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without much of a plot? What does the contrast suggest about the possibilities for fiction? Can fiction do what other literary media cannot?

3. The characterization of Wonka is a puzzler. One moment he is a remonstrative parent, the next a kindly candy maker, and the next a magician of frightening power. This fits in well with the dreamlike aspects of the narrative, but offers difficult challenges for analysis. Is Willy Wonka a well-fleshed character? Is he one-dimensional? Or is he something else, altogether?

4. Charlie and the Chocolate Factory is packed with symbolism. What symbols in the book do children respond to? Are there any that children would miss? What makes the symbols (include here the factory itself) attractive to readers? No one should read the novel to be educated; it is for fun. So how do the symbols entertain? Are symbols not supposed to be the dull stuff of old textbooks?

5. How would you characterize the humor in Charlie and the Chocolate Factory? Does it victimize any characters and through the characters any social groups? Or is the humor carefree?

6. Identify the fairy tale elements of Dahl's narrative. You might find it helpful to compare the novel to specific fairy tales. For instance, "Beauty and the Beast" shares symbols and themes in common with Charlie and the Chocolate Factory. The enchanted castle parallels the factory, full of amazing sights and lessons to be learned; the beast parallels Willy Wonka, magical characters both, whose domains reflect their wild, romantic natures, and who need the love of others; and Beauty parallels Charlie, each the readers surrogate, trapped in a strange world filled with mystery and danger. Other good fairy tales for comparison would include "Sleeping Beauty" and "Goldilocks and the Three Bears."

7. Adults may well be irritated by the novel's loose structure. Such a structure suits Dahl's purpose for writing a magical adventure in which sights, sounds, and sensations are more important than conflict. Are children similarly bothered by the structure? Is it just an annoyance to be put up with while enjoying the good aspects of the story, or might it be a reflection of what Jean Russell perceives as "an inventive imagination that is totally child-centered"? Does Dahl write in a style in Charlie and the Chocolate Factory that better suited to children than adults?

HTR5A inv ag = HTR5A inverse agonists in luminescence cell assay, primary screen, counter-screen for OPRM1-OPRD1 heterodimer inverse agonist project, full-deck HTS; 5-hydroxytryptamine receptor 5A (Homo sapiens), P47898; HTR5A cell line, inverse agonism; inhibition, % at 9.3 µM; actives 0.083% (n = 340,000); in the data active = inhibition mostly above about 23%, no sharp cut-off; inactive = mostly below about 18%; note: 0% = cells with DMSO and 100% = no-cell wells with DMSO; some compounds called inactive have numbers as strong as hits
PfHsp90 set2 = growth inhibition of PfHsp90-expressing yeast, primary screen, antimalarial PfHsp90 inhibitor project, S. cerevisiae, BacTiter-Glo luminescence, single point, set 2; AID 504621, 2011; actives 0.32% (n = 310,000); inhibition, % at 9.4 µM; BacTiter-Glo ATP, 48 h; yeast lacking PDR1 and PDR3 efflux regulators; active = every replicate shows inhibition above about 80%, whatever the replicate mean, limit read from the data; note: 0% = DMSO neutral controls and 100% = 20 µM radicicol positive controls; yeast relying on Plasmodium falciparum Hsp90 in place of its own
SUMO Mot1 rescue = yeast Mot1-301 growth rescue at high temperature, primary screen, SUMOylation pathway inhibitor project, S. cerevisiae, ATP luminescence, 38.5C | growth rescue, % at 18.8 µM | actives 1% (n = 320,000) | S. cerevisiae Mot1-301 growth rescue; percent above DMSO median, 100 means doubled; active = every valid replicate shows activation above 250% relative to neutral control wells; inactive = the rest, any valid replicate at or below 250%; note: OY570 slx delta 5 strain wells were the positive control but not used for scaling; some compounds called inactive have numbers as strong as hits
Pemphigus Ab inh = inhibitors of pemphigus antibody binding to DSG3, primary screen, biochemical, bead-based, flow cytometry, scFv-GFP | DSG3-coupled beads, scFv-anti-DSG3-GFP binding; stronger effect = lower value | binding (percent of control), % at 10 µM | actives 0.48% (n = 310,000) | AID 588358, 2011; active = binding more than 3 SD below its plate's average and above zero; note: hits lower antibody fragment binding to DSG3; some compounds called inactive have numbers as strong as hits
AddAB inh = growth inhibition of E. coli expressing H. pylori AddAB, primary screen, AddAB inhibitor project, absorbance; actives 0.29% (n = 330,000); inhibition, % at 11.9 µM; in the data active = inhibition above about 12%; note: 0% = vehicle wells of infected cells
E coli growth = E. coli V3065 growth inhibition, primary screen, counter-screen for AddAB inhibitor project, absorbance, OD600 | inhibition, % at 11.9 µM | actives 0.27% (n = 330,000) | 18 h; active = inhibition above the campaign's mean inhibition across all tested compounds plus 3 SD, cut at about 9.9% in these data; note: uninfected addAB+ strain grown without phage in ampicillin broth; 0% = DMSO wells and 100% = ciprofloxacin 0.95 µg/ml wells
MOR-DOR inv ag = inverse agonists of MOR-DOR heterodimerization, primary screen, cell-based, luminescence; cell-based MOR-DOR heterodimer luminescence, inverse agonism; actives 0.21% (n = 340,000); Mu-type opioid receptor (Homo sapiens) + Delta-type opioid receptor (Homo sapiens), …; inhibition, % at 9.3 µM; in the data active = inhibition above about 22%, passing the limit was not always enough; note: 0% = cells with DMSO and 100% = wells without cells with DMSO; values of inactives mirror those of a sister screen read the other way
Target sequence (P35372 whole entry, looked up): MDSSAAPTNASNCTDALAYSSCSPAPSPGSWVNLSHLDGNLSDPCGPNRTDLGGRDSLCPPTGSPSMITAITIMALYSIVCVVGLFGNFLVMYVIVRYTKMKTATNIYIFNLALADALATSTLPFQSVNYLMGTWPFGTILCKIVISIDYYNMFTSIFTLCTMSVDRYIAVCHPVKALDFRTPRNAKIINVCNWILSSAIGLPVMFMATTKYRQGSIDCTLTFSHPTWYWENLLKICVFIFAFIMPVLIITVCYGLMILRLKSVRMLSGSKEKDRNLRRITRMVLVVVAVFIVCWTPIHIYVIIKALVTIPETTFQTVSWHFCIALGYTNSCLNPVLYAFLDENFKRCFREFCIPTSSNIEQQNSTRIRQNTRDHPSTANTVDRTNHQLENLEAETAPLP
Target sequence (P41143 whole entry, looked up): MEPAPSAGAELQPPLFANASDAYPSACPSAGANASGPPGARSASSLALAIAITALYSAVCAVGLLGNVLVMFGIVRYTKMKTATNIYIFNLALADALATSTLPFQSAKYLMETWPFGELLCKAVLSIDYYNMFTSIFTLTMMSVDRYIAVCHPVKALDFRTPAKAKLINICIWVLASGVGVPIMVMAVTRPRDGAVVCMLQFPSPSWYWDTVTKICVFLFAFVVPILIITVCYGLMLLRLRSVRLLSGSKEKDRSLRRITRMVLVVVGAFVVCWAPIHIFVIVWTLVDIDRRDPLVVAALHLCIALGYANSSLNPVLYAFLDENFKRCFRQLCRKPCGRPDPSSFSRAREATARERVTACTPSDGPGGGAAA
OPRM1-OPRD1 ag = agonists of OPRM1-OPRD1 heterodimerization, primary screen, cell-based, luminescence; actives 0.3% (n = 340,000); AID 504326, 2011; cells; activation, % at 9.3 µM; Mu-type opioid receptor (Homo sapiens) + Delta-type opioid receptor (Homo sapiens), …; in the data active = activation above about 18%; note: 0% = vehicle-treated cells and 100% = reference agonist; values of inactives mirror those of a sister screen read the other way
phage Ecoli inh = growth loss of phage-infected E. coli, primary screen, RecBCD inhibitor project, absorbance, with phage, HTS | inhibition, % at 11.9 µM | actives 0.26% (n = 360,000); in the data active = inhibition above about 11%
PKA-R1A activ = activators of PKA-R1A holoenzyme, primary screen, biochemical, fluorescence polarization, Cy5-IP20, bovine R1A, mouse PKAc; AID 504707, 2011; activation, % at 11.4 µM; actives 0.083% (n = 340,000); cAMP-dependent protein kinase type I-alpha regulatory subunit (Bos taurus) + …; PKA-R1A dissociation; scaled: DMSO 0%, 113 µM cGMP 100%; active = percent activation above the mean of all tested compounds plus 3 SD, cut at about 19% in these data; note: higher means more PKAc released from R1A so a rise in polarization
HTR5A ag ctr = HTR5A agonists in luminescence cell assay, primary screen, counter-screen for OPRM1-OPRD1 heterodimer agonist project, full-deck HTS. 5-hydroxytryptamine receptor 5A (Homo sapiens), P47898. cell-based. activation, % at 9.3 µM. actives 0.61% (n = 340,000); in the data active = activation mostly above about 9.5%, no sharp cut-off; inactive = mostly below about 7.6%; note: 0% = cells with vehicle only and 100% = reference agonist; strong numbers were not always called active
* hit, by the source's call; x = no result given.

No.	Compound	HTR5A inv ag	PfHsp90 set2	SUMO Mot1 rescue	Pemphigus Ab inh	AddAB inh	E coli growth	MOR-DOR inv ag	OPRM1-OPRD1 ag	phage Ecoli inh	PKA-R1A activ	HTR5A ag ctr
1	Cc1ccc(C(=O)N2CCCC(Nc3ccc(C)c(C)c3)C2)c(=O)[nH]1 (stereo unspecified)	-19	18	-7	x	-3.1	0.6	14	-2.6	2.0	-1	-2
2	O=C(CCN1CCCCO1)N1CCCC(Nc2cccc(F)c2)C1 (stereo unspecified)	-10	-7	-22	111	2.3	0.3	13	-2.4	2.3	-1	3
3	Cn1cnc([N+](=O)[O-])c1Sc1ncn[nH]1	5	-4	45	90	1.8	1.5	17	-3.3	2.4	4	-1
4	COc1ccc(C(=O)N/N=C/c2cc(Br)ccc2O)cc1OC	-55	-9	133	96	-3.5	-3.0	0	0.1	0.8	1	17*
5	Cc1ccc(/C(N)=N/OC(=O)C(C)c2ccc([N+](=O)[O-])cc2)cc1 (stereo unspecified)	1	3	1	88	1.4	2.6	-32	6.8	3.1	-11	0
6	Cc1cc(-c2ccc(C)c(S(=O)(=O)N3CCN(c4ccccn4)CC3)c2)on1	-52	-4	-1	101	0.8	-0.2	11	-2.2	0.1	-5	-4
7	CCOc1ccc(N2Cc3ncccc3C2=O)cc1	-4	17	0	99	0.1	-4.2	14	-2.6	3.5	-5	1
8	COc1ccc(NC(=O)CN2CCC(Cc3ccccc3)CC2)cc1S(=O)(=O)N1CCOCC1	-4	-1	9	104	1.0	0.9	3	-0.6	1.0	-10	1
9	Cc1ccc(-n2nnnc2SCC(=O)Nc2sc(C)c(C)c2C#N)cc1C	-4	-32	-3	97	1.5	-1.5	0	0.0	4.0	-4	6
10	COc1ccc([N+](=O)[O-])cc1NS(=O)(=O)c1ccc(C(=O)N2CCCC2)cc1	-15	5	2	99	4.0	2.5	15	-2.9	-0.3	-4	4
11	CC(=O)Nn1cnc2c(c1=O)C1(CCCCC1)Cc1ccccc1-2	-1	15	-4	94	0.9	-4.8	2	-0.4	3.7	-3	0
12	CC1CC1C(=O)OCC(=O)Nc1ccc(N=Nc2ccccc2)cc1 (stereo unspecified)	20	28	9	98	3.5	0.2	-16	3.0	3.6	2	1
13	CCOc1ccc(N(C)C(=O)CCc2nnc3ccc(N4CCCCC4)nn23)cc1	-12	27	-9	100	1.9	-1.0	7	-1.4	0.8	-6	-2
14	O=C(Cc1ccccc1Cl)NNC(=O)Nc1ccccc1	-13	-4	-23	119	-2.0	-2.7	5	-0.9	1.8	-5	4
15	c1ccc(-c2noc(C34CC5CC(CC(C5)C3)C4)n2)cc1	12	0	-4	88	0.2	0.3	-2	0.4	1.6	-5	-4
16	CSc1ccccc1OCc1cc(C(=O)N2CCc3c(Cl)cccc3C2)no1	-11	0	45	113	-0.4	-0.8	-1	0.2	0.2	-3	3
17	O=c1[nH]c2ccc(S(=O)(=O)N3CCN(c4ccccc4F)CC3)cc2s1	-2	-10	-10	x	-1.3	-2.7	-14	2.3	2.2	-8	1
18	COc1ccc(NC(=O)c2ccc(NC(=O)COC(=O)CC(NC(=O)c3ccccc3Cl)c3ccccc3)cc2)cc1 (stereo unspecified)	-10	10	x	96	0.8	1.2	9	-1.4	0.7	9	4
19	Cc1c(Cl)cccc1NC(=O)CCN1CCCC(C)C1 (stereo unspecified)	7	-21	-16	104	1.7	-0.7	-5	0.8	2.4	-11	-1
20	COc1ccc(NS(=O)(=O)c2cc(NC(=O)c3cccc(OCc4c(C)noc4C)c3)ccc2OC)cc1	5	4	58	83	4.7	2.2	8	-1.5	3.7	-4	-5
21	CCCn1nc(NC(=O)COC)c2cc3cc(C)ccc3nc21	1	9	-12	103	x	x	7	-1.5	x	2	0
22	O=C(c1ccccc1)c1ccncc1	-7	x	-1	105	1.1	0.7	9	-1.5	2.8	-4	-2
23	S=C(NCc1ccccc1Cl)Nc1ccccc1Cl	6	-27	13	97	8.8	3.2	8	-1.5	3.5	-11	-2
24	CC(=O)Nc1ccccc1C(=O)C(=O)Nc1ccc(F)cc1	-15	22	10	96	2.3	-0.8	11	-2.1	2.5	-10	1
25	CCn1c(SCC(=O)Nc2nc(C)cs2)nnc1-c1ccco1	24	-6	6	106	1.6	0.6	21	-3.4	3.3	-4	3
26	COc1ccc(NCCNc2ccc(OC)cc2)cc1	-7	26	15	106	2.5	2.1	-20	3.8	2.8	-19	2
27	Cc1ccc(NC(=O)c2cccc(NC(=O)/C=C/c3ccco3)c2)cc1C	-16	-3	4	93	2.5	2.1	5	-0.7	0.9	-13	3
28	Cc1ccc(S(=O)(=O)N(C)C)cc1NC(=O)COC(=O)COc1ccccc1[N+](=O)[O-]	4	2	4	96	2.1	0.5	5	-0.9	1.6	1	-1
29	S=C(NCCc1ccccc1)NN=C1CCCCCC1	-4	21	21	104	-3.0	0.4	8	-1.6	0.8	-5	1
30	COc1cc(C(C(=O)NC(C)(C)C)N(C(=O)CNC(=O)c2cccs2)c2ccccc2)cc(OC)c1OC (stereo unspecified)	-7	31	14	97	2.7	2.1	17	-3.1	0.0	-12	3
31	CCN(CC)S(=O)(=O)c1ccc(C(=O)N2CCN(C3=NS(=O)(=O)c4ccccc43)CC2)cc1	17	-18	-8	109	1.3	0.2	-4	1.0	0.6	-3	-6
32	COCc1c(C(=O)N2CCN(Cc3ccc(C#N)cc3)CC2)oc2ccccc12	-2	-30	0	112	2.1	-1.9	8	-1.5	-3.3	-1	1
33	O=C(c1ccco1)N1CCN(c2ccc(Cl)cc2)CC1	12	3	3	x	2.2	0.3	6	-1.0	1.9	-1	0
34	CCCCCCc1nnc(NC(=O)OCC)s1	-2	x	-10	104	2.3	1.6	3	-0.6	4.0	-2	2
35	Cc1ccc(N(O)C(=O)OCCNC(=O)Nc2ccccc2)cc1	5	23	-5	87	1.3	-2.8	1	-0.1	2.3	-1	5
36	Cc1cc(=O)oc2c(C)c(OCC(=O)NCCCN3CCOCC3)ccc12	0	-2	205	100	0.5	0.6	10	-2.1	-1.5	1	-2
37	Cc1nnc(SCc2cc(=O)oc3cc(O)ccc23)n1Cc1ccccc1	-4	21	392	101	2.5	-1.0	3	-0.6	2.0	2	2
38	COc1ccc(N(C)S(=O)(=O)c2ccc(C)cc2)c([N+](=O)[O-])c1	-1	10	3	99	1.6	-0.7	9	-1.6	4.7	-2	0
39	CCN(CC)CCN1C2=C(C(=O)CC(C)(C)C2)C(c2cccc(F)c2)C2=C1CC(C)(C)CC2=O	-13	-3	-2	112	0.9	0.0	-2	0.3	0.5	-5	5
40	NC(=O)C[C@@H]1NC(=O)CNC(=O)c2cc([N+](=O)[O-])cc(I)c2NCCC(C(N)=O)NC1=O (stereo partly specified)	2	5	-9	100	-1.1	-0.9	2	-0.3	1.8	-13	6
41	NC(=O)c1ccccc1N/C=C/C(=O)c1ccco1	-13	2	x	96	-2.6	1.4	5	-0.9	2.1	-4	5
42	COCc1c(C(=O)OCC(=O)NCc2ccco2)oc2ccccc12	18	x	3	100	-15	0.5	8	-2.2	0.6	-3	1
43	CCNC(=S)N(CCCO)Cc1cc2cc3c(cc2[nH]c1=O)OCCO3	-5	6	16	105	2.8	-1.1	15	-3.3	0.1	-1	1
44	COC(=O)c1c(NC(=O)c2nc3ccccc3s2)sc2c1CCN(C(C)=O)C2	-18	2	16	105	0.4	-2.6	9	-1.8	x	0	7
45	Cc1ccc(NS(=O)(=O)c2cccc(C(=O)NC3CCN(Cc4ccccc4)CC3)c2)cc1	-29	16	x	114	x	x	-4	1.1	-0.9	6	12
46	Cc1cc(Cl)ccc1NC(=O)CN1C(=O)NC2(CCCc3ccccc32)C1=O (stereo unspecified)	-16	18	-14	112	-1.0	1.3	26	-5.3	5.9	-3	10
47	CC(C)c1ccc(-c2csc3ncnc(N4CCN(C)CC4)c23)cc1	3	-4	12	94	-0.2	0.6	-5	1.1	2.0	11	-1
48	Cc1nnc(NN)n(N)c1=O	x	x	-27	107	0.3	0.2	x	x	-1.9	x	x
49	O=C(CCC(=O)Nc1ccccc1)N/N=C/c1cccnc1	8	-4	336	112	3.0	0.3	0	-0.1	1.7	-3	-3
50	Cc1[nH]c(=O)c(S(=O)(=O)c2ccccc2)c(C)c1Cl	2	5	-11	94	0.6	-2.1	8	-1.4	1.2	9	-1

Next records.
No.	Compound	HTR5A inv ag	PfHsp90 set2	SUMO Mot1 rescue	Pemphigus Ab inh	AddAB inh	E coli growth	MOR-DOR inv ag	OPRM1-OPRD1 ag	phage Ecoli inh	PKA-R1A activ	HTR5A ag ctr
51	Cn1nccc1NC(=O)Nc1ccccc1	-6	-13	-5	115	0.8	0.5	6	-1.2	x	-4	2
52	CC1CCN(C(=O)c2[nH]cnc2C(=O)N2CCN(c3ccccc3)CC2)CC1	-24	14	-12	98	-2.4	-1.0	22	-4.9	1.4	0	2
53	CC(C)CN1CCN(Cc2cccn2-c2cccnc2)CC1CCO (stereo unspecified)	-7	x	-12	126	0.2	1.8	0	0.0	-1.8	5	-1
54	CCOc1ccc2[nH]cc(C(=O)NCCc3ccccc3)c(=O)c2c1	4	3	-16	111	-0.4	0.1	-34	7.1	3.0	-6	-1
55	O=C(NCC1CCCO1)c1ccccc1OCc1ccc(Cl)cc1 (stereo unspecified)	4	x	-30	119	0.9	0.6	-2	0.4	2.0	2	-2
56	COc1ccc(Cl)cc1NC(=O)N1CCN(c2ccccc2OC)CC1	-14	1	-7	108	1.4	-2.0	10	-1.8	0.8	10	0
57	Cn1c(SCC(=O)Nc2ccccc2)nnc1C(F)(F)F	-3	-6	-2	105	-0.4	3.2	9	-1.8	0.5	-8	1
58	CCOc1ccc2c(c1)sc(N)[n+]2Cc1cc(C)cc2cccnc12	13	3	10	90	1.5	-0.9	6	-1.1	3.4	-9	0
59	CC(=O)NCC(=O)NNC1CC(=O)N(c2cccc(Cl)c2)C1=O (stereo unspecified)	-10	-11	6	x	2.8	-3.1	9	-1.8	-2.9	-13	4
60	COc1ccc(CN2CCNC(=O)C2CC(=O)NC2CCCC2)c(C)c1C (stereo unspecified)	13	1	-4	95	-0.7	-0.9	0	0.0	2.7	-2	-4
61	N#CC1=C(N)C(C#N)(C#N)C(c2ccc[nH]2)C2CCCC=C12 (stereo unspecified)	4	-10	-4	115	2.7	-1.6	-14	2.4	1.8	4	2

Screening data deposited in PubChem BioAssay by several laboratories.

8. Is the novel good literature? That is, does it feature good characterization, well-developed themes, and in some way reflect the universal human condition? Are any of us Charlies, or Violet Beauregardes, or Veruca Salts, or one of the other characters? Are the difficulties they face universal ones?

9. When discussing a magical figure dealing with outsiders he has brought into his magical realm, it hard to avoid mentioning the ultimate such tale, that of Shakespeare's The Tempest. What plot elements do the novel and play have in common? Why does Prospero bring the people he does into his personal realm of mystery? Why does Wonka bring the people he does into his own realm of mystery? What does each figure hope to gain? What does each stand to loose? And what of Caleban and Ariel on the one hand and the Oompa-Loompas on the other? What do they share in common? The Tempest is a masterful depiction of forgiveness and reconciliation; is this what the motion picture version of Dahl's novel was reaching for with its climax? Does the novel do this, too?

10. Is Charlie and the Chocolate Factory an offensive, mean gathering of cliched tripe? Is it more complex than that? Is it something else, altogether?

Kirk H. Beetz